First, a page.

Personally, Flamagra doesn’t currently rank higher than opus-worthy classics Until the Quiet Comes, or You're Dead!, but his ambitious offering is a cunning addition to an ever-evolving catalog. It’s also one of the more unique projects in an ecosystem saturated with new music. 

After seeing Flying Lotus live, I have a newfound appreciation for Flamagra. The 35-year old producer departed on a 34-city North America tour back in August. On September 11, he arrived in Atlanta, Georgia. A mixed crowd of young and old gathered at Variety Playhouse, a former movie theater turned concert hall, for an experience that paired the music of Flying Lotus with 3-D cinematics. It was unusual to enter a venue for a concert and receive 3-D glasses. The lightweight accessory was a small, but necessary addition to the show.

The first half of the concert was more amusement park attraction than traditional production. During the 90-minute set, from behind a well-designed, futuristic platform, FlyLo curated a set compromised mostly of songs from You're Dead! and Flamagra, with a few surprises like his remix of Soulja Boy’s “Crank Dat.” 

On stage, he was hardly visible. The fluorescent lights seldom found his face. A mad scientist tucked in a public shadow. Only while performing “Cosplay”—a popular, Adult Swim-sponsored Captain Murphy single released in 2014—did the tour’s headliner appear as the center of attention. 

Even with grooves irresistible enough to inspire sweat-drenching dance, captivation is hard to break. Later in the show, when we removed the 3-D glasses to allow the focus to shift to dancing, the high-energy, rave-esque atmosphere a FlyLo performance is known for briefly entered the venue. 

Back in May, veteran music critic Craig Jenkins interviewed Flying Lotus for a Vulture profile. “I think the first time I heard your music was in the Adult Swim bumpers back in the day,” the seasoned music journalist said to the renowned polymath. Ironically, the visible aspect of his concerts resembles the late-night, short-winded, bright-colored ad style that Adult Swim made famous.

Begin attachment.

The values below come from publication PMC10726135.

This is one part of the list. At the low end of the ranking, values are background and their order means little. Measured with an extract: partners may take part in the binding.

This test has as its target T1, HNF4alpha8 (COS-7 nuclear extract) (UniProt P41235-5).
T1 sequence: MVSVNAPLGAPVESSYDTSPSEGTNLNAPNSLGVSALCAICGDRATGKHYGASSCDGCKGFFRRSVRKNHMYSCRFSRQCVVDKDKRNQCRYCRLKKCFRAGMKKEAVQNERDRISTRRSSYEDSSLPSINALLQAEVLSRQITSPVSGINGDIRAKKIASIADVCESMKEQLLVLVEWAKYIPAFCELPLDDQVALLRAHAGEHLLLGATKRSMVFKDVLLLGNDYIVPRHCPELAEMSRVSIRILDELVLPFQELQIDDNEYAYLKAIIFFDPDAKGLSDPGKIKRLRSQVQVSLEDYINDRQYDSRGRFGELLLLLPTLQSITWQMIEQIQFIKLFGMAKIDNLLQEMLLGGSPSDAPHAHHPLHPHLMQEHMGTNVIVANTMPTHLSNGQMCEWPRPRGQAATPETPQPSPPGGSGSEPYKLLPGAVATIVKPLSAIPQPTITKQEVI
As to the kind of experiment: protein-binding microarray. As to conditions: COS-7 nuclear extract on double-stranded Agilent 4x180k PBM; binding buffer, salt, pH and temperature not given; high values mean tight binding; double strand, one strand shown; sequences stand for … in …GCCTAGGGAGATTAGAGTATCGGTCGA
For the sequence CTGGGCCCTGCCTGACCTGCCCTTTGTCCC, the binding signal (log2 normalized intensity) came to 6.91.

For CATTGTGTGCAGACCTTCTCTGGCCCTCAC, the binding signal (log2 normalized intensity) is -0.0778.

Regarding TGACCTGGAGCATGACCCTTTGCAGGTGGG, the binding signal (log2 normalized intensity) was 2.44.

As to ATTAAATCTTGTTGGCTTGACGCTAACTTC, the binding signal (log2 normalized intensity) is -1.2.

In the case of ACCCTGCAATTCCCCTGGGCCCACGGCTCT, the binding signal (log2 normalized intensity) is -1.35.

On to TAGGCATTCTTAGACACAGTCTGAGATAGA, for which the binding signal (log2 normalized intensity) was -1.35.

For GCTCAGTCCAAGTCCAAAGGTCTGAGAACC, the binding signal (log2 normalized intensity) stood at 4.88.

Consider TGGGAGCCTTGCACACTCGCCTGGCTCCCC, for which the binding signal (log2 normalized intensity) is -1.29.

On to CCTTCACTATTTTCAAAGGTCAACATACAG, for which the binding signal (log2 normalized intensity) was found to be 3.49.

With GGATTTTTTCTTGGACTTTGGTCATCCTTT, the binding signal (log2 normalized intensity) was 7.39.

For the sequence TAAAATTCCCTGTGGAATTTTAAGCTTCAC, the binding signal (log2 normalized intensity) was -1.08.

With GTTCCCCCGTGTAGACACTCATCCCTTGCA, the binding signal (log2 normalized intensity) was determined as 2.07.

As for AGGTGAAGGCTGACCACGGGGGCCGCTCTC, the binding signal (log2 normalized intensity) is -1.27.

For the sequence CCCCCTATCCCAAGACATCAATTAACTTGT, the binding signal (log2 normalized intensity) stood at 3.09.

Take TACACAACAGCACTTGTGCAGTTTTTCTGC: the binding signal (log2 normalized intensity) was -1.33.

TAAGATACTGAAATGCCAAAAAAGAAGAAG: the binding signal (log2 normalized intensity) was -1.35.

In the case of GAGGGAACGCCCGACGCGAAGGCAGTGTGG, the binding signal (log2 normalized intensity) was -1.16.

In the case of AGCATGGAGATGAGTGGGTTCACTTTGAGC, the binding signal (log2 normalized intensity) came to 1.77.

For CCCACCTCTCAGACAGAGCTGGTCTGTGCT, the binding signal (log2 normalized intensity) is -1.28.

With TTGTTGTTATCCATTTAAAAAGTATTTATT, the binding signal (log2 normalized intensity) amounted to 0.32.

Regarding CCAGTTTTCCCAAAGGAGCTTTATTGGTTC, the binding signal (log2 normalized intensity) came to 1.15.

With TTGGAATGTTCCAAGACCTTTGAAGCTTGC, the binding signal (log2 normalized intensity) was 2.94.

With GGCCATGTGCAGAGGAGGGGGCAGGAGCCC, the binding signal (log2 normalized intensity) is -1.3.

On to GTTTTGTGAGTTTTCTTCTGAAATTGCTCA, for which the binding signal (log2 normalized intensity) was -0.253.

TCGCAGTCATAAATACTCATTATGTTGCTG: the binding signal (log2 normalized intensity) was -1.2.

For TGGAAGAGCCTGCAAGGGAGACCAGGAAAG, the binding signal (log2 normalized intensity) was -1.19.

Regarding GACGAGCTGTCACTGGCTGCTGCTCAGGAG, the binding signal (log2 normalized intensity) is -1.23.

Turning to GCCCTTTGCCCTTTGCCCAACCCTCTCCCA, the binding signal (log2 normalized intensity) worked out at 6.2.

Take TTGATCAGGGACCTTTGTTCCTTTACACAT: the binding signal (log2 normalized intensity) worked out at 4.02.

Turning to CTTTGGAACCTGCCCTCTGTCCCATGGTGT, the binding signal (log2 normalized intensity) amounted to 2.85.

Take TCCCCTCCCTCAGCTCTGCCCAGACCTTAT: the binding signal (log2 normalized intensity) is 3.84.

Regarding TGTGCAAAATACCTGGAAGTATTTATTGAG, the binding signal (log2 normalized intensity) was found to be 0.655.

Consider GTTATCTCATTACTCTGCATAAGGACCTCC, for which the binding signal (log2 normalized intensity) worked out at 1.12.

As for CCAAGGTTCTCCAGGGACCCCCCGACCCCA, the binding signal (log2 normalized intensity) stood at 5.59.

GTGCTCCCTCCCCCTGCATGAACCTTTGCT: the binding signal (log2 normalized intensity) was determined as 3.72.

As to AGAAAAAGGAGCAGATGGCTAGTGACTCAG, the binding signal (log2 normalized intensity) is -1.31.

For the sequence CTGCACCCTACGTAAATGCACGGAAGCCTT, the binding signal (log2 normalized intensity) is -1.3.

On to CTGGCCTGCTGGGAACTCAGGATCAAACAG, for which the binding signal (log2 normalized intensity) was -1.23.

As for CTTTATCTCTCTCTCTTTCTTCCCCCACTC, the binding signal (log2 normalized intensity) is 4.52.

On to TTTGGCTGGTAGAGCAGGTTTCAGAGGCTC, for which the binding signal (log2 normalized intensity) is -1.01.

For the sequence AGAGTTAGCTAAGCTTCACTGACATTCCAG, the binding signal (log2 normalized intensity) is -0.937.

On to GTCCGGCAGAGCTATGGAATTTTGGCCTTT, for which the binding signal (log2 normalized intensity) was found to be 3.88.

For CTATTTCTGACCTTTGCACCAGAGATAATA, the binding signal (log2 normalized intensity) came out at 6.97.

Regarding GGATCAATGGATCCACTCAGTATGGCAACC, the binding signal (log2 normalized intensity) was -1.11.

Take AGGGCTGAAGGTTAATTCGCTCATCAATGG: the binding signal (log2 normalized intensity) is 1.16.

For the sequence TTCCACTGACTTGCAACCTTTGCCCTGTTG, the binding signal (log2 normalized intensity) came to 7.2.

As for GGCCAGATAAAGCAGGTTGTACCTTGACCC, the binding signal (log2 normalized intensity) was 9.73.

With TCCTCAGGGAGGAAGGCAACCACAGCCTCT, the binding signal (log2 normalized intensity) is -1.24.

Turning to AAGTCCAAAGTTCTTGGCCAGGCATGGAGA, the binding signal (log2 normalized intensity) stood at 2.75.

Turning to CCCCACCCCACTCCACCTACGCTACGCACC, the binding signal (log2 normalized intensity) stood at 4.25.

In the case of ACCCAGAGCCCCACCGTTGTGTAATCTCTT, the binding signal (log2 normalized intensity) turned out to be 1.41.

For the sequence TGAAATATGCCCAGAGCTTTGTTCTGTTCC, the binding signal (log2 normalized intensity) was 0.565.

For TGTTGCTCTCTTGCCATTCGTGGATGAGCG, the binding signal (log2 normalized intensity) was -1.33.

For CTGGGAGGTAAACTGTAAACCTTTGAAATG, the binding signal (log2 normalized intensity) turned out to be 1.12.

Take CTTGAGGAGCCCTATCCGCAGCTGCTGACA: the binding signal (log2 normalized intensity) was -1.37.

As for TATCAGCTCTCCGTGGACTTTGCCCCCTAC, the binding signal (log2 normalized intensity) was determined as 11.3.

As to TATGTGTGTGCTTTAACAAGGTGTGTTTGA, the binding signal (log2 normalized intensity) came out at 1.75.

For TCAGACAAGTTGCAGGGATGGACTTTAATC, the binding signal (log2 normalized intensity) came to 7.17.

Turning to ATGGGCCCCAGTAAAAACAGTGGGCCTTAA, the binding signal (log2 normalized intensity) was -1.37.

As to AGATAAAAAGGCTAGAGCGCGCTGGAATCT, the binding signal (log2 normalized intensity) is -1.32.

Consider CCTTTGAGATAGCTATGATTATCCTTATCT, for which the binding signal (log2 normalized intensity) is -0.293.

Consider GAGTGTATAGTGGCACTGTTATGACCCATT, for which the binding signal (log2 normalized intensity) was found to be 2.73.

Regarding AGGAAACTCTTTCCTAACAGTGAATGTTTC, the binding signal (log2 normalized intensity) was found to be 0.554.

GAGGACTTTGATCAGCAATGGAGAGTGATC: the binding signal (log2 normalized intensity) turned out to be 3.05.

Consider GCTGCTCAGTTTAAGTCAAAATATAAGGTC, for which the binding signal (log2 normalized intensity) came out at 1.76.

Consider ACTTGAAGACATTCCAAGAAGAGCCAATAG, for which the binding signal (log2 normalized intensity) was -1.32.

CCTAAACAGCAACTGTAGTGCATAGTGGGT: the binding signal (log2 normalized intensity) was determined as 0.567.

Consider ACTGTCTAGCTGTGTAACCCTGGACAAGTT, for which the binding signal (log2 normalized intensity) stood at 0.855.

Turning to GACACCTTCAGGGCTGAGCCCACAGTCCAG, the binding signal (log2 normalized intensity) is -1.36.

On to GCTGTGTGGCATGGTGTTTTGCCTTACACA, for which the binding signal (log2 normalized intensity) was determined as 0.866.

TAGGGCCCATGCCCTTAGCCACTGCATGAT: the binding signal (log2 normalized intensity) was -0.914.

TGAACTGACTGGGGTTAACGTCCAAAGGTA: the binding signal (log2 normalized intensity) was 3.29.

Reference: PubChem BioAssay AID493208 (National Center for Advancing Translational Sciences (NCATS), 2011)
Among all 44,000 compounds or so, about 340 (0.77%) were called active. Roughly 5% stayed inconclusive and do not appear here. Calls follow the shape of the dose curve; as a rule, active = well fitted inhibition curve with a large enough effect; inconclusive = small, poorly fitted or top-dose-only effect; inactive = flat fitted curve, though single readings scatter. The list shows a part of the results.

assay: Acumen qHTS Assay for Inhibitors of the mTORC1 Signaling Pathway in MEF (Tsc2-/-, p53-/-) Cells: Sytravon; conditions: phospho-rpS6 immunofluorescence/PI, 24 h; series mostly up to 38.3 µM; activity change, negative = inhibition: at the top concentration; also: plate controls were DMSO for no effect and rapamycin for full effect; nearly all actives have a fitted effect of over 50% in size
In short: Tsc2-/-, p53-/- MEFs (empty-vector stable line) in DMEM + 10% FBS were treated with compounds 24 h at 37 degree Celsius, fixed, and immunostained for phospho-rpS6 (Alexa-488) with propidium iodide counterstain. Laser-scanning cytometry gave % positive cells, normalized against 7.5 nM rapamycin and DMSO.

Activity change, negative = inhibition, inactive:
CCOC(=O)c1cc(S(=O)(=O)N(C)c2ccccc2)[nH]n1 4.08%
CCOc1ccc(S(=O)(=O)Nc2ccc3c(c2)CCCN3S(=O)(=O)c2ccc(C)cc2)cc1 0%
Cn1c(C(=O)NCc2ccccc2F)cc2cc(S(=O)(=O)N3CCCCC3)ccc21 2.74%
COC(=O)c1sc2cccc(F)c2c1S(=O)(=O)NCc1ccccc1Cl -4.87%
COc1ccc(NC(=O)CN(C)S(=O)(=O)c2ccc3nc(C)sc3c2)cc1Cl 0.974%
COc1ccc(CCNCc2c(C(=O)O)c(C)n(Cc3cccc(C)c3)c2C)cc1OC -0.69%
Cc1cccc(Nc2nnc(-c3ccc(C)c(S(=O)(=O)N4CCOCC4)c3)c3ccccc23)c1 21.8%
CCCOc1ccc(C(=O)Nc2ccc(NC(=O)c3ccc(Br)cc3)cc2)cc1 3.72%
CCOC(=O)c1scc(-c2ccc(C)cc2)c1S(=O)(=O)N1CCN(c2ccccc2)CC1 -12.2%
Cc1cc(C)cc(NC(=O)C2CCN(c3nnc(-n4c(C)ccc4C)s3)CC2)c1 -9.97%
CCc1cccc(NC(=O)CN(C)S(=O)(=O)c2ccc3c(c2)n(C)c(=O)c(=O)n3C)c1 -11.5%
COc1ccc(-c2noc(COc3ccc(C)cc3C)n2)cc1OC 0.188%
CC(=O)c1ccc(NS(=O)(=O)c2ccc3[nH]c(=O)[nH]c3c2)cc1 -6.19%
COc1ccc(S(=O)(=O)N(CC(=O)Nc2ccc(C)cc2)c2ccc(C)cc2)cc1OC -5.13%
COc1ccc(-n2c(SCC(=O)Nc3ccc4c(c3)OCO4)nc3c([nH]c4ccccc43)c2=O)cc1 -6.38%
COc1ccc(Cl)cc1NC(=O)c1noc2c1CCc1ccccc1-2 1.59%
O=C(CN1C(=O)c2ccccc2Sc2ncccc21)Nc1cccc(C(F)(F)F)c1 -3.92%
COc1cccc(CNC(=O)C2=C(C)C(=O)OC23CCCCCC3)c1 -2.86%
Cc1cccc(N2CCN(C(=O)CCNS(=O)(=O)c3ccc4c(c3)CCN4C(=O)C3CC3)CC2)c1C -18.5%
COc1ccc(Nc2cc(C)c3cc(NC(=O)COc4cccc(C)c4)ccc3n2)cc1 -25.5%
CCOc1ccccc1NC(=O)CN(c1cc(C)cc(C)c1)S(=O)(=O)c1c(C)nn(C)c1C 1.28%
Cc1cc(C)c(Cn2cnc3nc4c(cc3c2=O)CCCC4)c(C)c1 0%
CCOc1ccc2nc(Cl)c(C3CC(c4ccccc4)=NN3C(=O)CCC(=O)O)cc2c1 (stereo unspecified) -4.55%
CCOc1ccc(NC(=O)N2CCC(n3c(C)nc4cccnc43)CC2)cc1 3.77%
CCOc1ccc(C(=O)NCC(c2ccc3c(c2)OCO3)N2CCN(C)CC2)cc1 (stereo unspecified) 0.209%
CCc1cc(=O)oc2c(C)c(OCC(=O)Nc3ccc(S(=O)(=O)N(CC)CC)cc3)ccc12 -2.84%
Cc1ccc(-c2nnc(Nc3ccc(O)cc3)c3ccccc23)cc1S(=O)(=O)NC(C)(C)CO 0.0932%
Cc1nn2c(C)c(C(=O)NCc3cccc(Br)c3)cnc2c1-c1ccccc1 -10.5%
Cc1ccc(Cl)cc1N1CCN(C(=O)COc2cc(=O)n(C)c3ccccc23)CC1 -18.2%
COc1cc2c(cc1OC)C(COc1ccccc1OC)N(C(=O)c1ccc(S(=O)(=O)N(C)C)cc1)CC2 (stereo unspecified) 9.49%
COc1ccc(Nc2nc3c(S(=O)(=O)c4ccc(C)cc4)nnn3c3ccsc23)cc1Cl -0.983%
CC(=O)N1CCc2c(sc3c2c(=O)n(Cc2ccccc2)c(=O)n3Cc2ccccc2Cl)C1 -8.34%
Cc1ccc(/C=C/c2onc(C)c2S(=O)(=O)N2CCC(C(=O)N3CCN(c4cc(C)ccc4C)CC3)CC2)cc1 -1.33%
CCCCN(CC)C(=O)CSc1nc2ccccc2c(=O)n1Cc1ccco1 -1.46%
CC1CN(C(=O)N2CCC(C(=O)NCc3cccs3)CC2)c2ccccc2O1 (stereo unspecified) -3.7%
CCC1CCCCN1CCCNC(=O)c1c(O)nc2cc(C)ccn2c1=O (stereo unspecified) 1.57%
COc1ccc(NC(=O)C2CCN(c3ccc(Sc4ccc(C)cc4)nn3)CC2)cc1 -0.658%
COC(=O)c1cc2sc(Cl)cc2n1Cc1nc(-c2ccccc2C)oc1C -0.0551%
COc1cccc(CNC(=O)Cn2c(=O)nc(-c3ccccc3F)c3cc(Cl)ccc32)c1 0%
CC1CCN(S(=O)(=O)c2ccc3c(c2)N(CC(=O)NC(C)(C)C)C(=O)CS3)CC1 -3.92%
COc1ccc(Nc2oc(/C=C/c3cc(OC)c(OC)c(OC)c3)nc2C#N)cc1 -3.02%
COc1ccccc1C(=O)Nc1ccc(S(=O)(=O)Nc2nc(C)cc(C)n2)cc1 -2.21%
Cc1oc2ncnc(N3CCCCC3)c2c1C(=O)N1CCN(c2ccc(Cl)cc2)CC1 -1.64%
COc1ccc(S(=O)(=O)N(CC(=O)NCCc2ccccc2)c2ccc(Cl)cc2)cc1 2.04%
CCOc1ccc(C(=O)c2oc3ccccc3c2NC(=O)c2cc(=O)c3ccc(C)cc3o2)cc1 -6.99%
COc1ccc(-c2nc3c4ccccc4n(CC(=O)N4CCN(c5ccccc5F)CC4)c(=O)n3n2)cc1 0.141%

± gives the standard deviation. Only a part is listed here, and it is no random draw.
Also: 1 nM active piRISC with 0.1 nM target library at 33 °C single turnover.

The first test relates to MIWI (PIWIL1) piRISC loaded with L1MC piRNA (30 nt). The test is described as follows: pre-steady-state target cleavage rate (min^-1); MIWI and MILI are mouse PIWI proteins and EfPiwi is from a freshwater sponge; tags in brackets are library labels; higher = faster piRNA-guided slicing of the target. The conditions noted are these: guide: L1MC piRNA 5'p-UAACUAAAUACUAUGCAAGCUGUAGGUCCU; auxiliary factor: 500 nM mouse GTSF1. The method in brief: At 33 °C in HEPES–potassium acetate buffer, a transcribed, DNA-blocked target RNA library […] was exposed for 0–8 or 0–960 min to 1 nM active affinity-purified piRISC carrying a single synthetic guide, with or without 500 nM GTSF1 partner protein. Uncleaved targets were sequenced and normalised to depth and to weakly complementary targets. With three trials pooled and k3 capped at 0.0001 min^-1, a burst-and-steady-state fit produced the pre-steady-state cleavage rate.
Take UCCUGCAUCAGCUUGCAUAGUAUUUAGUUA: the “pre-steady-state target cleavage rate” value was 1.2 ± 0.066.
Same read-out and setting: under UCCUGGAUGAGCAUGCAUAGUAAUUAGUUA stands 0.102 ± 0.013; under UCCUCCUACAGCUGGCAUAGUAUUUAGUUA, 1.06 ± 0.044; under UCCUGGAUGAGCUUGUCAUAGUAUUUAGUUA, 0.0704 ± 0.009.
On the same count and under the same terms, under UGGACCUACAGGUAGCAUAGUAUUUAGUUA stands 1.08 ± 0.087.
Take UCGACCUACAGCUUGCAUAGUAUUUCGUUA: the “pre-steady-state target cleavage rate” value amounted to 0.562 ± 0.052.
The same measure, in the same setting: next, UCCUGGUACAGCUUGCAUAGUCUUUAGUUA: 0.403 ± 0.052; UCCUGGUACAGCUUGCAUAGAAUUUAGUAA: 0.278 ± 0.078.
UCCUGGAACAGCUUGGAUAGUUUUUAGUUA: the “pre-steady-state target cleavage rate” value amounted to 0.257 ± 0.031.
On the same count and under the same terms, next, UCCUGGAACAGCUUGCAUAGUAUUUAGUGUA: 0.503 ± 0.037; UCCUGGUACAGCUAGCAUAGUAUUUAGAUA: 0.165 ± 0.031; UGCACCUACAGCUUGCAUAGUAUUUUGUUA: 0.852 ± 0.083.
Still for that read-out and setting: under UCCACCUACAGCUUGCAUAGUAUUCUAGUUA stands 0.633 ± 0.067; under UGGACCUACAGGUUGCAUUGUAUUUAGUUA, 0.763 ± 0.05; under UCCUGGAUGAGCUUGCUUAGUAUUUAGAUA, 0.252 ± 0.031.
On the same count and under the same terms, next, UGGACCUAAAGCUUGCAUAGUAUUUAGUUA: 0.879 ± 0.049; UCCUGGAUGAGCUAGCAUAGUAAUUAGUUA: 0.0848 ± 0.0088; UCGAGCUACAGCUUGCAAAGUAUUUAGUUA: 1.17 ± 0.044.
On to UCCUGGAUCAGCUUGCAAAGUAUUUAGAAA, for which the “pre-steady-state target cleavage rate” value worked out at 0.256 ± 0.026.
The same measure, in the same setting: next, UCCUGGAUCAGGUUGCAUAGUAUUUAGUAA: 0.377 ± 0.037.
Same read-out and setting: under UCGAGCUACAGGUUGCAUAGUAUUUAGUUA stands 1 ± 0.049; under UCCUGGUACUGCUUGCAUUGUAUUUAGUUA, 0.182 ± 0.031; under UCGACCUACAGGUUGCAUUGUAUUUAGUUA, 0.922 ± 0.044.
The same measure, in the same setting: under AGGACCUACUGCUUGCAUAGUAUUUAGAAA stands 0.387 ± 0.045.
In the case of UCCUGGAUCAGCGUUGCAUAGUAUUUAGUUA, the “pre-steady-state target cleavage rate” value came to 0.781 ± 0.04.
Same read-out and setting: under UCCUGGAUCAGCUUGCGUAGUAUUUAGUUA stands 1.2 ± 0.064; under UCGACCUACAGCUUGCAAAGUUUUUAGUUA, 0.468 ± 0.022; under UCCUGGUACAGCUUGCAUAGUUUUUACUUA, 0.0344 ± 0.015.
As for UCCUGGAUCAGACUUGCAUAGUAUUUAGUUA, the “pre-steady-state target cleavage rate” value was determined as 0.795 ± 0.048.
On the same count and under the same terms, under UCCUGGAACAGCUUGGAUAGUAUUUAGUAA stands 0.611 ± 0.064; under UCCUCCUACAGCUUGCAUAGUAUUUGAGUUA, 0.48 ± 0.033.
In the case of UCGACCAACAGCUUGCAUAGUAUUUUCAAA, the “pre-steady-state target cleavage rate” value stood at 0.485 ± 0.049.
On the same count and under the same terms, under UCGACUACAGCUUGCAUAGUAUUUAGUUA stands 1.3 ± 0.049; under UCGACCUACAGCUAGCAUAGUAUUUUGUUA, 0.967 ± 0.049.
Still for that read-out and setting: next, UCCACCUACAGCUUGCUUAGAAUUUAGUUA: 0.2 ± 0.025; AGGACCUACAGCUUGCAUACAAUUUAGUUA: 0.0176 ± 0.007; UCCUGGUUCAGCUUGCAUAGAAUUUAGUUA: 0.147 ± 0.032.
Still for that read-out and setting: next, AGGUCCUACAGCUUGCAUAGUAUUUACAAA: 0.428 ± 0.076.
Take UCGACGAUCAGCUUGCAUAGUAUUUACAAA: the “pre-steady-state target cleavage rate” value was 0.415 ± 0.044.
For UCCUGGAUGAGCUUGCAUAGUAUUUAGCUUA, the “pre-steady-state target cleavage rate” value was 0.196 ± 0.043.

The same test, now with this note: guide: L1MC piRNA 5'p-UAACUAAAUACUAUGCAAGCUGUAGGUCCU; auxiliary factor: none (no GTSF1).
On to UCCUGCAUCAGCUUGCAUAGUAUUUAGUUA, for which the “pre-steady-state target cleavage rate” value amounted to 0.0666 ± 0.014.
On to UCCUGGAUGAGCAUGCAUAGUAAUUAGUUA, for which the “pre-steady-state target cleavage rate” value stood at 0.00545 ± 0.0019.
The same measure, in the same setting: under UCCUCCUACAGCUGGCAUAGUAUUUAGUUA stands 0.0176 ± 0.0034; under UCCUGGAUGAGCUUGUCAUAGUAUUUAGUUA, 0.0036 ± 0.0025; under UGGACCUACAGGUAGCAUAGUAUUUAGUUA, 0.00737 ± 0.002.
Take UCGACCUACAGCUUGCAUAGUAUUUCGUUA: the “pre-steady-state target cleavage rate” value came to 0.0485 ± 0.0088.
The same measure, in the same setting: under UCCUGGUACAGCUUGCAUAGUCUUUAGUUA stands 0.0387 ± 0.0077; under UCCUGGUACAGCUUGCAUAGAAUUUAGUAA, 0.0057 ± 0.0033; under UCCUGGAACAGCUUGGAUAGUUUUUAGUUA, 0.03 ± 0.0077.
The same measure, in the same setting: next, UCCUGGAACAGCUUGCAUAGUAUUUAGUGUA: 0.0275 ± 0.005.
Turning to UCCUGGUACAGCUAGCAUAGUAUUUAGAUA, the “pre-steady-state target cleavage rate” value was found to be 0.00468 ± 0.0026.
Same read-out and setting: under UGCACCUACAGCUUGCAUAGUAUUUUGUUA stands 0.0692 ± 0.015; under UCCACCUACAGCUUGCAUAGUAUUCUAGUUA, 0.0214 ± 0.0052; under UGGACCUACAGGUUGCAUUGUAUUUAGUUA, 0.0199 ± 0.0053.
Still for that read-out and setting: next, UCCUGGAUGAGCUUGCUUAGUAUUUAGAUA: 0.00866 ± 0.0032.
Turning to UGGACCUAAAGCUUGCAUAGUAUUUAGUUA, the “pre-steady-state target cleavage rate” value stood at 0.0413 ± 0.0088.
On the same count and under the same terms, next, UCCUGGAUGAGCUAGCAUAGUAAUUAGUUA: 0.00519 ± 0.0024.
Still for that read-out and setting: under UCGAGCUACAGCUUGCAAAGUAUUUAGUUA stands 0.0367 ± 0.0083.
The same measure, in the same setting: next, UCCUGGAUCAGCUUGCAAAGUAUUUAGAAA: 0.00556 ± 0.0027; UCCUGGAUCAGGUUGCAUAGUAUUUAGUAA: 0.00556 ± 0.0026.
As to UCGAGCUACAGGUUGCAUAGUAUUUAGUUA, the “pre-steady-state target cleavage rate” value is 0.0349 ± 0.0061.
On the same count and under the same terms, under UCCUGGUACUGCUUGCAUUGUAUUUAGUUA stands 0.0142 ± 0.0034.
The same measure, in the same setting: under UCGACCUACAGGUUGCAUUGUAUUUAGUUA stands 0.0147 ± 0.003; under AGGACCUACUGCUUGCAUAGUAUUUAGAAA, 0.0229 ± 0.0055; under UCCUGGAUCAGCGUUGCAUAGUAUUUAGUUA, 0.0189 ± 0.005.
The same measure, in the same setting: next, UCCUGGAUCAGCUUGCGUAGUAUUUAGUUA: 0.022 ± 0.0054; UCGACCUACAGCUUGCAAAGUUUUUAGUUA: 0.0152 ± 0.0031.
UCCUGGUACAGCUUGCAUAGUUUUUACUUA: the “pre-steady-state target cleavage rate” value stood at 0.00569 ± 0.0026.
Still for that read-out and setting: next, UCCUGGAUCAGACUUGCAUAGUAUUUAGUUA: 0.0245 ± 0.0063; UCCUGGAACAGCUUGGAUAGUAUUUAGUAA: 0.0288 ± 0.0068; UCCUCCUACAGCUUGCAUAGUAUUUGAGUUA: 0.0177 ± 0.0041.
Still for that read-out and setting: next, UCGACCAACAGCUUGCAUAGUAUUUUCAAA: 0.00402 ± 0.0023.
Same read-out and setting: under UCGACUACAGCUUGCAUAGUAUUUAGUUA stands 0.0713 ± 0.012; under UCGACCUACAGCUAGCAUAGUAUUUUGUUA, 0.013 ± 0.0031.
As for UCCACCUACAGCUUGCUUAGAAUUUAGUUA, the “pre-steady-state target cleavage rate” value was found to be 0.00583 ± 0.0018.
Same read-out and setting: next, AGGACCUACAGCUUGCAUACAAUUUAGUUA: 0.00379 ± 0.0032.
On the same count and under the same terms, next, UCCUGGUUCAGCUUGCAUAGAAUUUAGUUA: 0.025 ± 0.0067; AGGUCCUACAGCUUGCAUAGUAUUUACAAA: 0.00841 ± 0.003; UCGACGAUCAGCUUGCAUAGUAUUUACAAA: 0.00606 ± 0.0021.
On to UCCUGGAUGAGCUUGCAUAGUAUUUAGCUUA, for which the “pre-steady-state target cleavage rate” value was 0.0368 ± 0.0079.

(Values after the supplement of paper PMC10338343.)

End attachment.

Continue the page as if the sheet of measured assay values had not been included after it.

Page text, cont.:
There’s a familiar quality to the vibrant patterns, illustrated characters, and clips from FlyLo’s filmography. Little difference can be found in the Flamagra North American Tour and being stoned, watching bumpers on YouTube to a Flying Lotus playlist. In this simple characterization is the show’s appeal. The tour is perfect for a generation raised on Adult Swim and J. Dilla; perfect for the sons of Walt Disney who drop acid and research The Grateful Dead and for the daughters of Freddy Mercury who eat shrooms while attending concerts they hope will rival Queen’s 1981, Montreal performance of “Somebody To Love.”

My experience speaks to the breadth of Flying Lotus’ artistry. He understands songs can be seen, and a music video isn’t the only way to pair records with images. He also knows his audience. As a producer—a role that has traditionally been in the background—FlyLo has found the sweet middle between presentation and performance. This dynamic is perfect for a musician who is also a filmmaker. As a star, he isn’t just the face of his work, but the vessel. With his latest tour, Flying Lotus found a future we all can see. 

October 3 will mark 13 years since Flying Lotus’ debut album, 1983, released on Plug Research. That’s 13 years of inventive aims and trusting his creative voice. Undoubtedly, FlyLo has the credentials to be a part of conversations with ever-evolving, legacy producers like Kanye West or Dr. Dre. He may not have their chart-topping hits or mainstream appreciation, but artistically, he's equal in terms of breaking new ground and being an inventive craftsman. 

On stage, FlyLo’s beats breathe instead of bump. They’re alive. He’s alive. He is the rabbit who leads to a place of magic. Flying Lotus, a man who continues to give us a reason to clap.

By Yoh, aka Captain Yoh, aka Yoh31